The unnatural core of Gatsbys world is illustrated by his act of moving east, rather thanthe traditional westward migration, in order to achieve freedom and advancement.Tom and Daisy Buchanan represent old money, which will not accept Gatsby and, in theend, destroys him.Nick Carraway is the one character in the book who develops his own moral sense. Hisrole as narrator permits us to see Gatsbys world through his eyes. It is he who sees,and is repelled by, the rotten cores of Gatsby and the worlds in which lives and intowhich he aspires. He sees the corruption deep inside Tom and Daisy Buchanan. Most ofall, we see the innate goodness in Tom. Observing, but not entering Gatsbys world, he isable to understand and judge it. His final evaluation of Gatsbys world is seen when heabandons it all to return to his native Midwest.As I re-read "The Great Gatsby" I remembered what I had not liked about it the firsttime I read it. The causal acceptance of infidelity seems at odds with what I have alwaysviewed as the ideal as well as the reality. As one studies the commentaries of this book,with all of its symbolisms, I often wonder if the symbols were really in F. ScottFitzgeralds mind as he wrote the book, or whether they are constructs of latercommentators. Either way, they give the book a depth which so many others lack. Whenmy son speaks of other books he reads in English class, he always says "Its no GreatGatsby." The more I think of it, few of novels are.I have always looked forward to reading the classic book The Great Gatsby by F. ScottFitzgerald. When I finally had time to read it, I wasnt disappointed. The Great Gatsby,written in 1925, is a fictional tale that takes place during the American Jazz Age. Thestory is set in the eastern U.S. and follows the journey of a young man named Nick. Thebook trails Nick from his home in the West to his new life in West Egg, New York. Nickbecomes involved in the social scene is West Egg, which is mainly centered on theweekly extravagant parties thrown by the incredibly wealthy and strangely mysteriousJay Gatsby. As the book progresses, Gatsbys past is slowly unraveled. Nick witnessesGatsbys gradual admittance of his significant secret. He discovers that Gatsby is deeplyin love with Daisy Buchanan, a beautiful socialite, trapped in a miserable marriage to anunfaithful husband. Though Nick does not want to be involved in any way with the illicitlove affair between Daisy and Gatsby, he is gradually takes a larger part in Gatsby andDaisys dangerous romance. When Jay and Daisy decide to declare their love to oneanother, it leaves Gatsby in an unforgettable and risky situation that changes the lives ofall involved. The Great Gatsby was one of the most interesting books that I have everread. It included a beautiful love story, danger, suspense, tales of true devotion andfriendship, and a wonderful, thought-provoking commentary on the society in post-WorldWar I America, a time of excess and confusion. I have learned several lessons from thenovel, whether they are about loyalty or remaining true to oneself. I would recommendthis book to anyone above the age of thirteen because of some parts of the novel thatmight be difficult to grasp. The Great Gatsby is a truly wonderful book, and sure to beenjoyed by many for many years to come.This is a marvelous look into the green-eyed monster of sexual jealousy. Its ripe withsymbolic imagery from Fitzgeralds personal agony over his wife adulterous affair.Everyone knows the superficial lit class interpretation of the novel; idealistic Gatsbypursues fortune in vain attempt to dazzle and win golden girl, only to have her rejecthim. Conclusion: classic condemnation of the hollowness of upper class materialism.Rubbish!The story is not political. It is personal pure and simple! It would have taken placeanytime, any place those two particular personalities came together. In real lifeFitzgerald won his Zelda. But he then promptly and insouciantly cheated on her. She got
him back by cheating on him. In his journals Fitzgerald wrote that something died at thistime. Shortly afterward the couple moved to Paris.Does this not parallel George Wilsons reaction to his wifes affair in The Great Gatsby?Yes, Wilson is also Fitzgerald, the tortured, jealous part of Fitzgerald who mourns theloss of his wife even as he realizes her for what she is. Myrtle is the low class floozy thatZelda has become in Fitzgeralds eyes by cuckolding him.Wilson tries to hold on to his wife by locking her up until he can transact a business deal(buying the coupe) and thereby have the money to take her "west", something they hadlong talked about but which he is now going to make her do.Analogously, Fitzgerald sold short stories (seeing himself as stooping to low class laborerby writing for commerce instead of arts sake?)to pay his and Zeldas way to Paris,removing her from her paramours proximity.Who actually kills Gatsby? The symbol of idealism and optimism (Gatsby)is killed by thesymbol of grief and jealousy (Wilson). Fitzgerald was disillusioned by Zeldas adulterynot class materialism.Who does that leave Daisy/Zelda with in the end? Tom, the lout, the woman beater, thesnob. Realizing, to his relief, that Daisy will never actually leave him, Tom becomessmug. Go ahead, he tells Gatsby (or any man who now idolizes Zelda), flirt with her allyou want. Shell always come crawling back to me! If Gatsby is how Fitzgerald wants tobe, Tom is the husband Fitzgerald actually is.Daisy, Myrtle and Jordan are all Zelda; Daisy the debutante on a pedestal, Myrtle thecommon floozy, Jordan the sophisticate pursuing her own identity and career. But Jordanhas no address of her own. She lives off other people and cheats on her golf game, justas Fitzgerald claimed that Zelda stole from him material for her own writing career.This is the world as seen through the eyes of a self-centered, tyrannical egoist, but withone saving grace, Nick the observer, the recorder. Nick is the writer in Fitzgerald, and forall his faults as a man, Fitzgerald was one heck-of-a- writer.As you can tell by many reviews which surround this one, our world is filled with mindswho probably feel that the height of pathos is reality tv, or having to wait in line morethan 5 minutes at an ATM.But about Fitzgerald--Im reminded of Eliots phrase "infinitely gentle, infinitelysuffering..." (paraphrasing). His descriptions and evocations here are gorgeous, tender--and most of all subtle, which is why Gatsby is lost on so many modern readers. All ofthis novel is excellent and parts of it absolutely shimmer--Nicks description of the wayGatsby smiled at him. Look at this..."It was one of those rare smiles with a quality of eternal reassurance in it, that you maycome across four or five times in life. It faced---or seemed to face---the whole externalworld for an instant, and then concentrated on you with an irresistible prejudice in yourfavor. It understood you just as far a you wanted to be understood, believed in you asyou would like to believe in yourself, and assured you that it had precisely theimpression of you that, at your best, you hoped to convey."Who wouldnt want to believe in that smile?Or take, for example, the scene in which Gatsby shows his closetful of rare, extravagantand wonderful shirts to Daisy and Daisy weeps....not because of his sartorial excellence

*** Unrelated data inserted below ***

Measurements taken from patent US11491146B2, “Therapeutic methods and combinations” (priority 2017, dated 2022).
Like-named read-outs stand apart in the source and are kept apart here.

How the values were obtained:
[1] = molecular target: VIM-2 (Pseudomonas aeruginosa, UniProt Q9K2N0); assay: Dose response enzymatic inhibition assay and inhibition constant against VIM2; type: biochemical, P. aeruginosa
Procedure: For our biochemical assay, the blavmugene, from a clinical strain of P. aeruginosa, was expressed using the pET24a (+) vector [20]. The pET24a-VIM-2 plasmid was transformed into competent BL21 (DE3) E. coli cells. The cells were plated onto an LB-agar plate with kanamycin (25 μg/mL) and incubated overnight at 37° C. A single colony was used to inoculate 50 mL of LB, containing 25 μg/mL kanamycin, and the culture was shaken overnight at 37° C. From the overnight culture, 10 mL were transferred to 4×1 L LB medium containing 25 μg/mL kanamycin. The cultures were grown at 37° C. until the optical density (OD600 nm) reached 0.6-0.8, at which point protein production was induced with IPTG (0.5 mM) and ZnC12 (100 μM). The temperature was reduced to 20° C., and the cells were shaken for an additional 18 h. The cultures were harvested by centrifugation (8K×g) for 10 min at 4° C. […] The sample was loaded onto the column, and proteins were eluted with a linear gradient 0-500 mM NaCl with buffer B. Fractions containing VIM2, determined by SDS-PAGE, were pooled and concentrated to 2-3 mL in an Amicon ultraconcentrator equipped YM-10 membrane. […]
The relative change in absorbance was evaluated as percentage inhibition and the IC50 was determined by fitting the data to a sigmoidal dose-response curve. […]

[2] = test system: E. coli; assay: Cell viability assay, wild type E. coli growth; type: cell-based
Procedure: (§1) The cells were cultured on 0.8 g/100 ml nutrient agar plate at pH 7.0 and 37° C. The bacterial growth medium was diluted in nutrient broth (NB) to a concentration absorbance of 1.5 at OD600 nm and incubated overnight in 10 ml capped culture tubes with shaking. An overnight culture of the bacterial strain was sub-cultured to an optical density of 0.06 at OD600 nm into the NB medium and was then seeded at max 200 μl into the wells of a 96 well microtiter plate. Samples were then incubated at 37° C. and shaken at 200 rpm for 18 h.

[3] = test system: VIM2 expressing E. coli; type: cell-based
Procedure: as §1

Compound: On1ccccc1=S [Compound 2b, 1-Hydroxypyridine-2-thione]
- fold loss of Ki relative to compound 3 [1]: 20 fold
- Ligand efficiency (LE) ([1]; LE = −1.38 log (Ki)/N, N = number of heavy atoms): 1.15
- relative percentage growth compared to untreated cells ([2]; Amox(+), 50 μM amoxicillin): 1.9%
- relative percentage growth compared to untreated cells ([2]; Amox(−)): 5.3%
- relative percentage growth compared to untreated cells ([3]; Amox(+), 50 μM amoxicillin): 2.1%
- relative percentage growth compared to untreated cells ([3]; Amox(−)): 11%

but because she knows even at that point, in her heart, that she will forever be stuckwith that clod Tom.This is about the American Dream, and how the pursuit of it can kick the living s**t outof you....how friends come and go...and how society often rewards generosity withdisdain.I beg you to read this book, because it is good for your soul.Just my opinion.To download now please click the link below.h3p://dropbox.com/the-‐great-‐gatsby/